Brain-Computer Interfaces

Brain-computer interface (BCI) systems like the visual P300 speller may be used to replace communication abilities in people who are neurologically "locked-in" – typically unable to move or speak. These individuals, who cannot use commercially available augmentative and alternative communication (AAC) or speech output devices, are a key target user population for this BCI, which leverages a user’s brain signals to spell characters. Presently, BCIs are primarily used in the research sphere, as their communication rates remain impractical for everyday use. BCI users are typically required to spend a considerable amount of time training a BCI prior to operation, and must be willing to accept a fairly slow communication rate. In order to address the overarching goal of transitioning P300 speller systems from the lab into the clinic or home, a team of basic scientists, engineers, and clinicians has been assembled.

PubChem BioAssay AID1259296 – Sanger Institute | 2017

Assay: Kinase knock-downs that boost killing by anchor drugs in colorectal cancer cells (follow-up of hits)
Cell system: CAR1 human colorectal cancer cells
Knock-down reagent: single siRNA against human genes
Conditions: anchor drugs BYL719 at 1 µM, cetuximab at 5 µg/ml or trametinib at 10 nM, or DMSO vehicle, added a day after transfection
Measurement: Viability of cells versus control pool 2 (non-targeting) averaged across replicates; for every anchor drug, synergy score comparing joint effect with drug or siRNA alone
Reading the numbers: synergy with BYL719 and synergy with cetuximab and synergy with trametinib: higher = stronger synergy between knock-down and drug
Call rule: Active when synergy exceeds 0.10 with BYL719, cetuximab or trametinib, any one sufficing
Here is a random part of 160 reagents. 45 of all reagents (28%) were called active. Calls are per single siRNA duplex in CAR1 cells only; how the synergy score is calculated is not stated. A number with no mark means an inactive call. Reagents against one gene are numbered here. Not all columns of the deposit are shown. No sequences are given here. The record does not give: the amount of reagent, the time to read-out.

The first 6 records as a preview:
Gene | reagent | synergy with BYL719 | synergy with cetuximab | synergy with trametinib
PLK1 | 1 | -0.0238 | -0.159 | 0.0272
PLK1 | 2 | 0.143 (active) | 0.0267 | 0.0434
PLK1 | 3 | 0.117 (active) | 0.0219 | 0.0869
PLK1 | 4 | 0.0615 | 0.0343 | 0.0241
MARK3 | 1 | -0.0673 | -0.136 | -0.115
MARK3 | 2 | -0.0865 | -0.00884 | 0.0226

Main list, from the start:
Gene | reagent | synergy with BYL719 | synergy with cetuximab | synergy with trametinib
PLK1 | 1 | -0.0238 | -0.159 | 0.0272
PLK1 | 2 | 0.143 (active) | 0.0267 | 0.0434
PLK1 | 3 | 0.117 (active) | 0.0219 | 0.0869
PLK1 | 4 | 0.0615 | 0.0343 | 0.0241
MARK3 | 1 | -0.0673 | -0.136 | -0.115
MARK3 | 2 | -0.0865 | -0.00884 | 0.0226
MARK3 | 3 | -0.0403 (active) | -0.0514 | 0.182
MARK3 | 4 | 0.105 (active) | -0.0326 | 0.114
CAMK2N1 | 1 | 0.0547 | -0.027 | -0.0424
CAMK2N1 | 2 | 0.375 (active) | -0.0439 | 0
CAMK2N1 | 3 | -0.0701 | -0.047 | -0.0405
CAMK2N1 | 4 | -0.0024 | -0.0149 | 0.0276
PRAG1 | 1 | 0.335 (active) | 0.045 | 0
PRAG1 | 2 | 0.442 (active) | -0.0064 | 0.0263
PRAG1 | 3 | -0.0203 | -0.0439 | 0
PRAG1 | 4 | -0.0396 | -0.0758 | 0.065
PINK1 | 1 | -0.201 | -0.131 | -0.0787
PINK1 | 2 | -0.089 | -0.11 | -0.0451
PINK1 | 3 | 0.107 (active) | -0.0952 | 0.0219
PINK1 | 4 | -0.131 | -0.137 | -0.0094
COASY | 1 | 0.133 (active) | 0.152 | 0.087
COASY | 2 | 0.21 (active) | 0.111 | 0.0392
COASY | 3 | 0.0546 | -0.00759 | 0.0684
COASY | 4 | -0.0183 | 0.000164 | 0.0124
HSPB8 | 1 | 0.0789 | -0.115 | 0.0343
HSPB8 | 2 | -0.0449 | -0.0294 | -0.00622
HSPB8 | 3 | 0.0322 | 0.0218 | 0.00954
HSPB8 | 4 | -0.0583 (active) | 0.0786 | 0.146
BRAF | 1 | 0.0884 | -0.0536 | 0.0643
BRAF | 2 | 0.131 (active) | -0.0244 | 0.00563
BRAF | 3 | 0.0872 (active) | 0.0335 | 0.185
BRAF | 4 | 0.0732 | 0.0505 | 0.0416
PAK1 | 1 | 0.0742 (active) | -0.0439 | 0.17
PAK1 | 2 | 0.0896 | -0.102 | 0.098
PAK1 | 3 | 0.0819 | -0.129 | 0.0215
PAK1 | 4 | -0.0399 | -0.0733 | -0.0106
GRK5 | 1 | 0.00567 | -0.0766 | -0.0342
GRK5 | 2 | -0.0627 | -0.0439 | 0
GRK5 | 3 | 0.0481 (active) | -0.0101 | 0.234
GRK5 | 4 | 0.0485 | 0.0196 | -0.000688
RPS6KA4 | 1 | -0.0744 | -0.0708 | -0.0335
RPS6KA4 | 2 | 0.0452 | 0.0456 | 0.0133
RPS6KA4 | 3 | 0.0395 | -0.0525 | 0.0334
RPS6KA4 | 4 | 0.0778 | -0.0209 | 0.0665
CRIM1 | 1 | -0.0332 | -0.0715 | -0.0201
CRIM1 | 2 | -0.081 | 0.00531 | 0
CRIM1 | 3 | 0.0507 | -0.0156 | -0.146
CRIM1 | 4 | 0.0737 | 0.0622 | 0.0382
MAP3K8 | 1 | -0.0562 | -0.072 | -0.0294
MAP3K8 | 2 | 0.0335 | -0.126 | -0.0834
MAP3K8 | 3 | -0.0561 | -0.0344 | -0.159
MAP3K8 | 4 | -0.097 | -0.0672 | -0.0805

Reliable P300 detection is central to our aims of reducing BCI training time and improving achievable communication rates. Improving the training procedure, visual interface, and stimulus selection and character selection strategies are key aspects to achieving these goals. Recently, we have developed techniques to optimize P300 speller stimulus selection in order to minimize the amount of time needed to spell a character. We are currently focused on leveraging deep weighted transfer learning to reduce BCI training times and adaptive classification to update BCI parameters according to changing brain signal properties over time during extended use.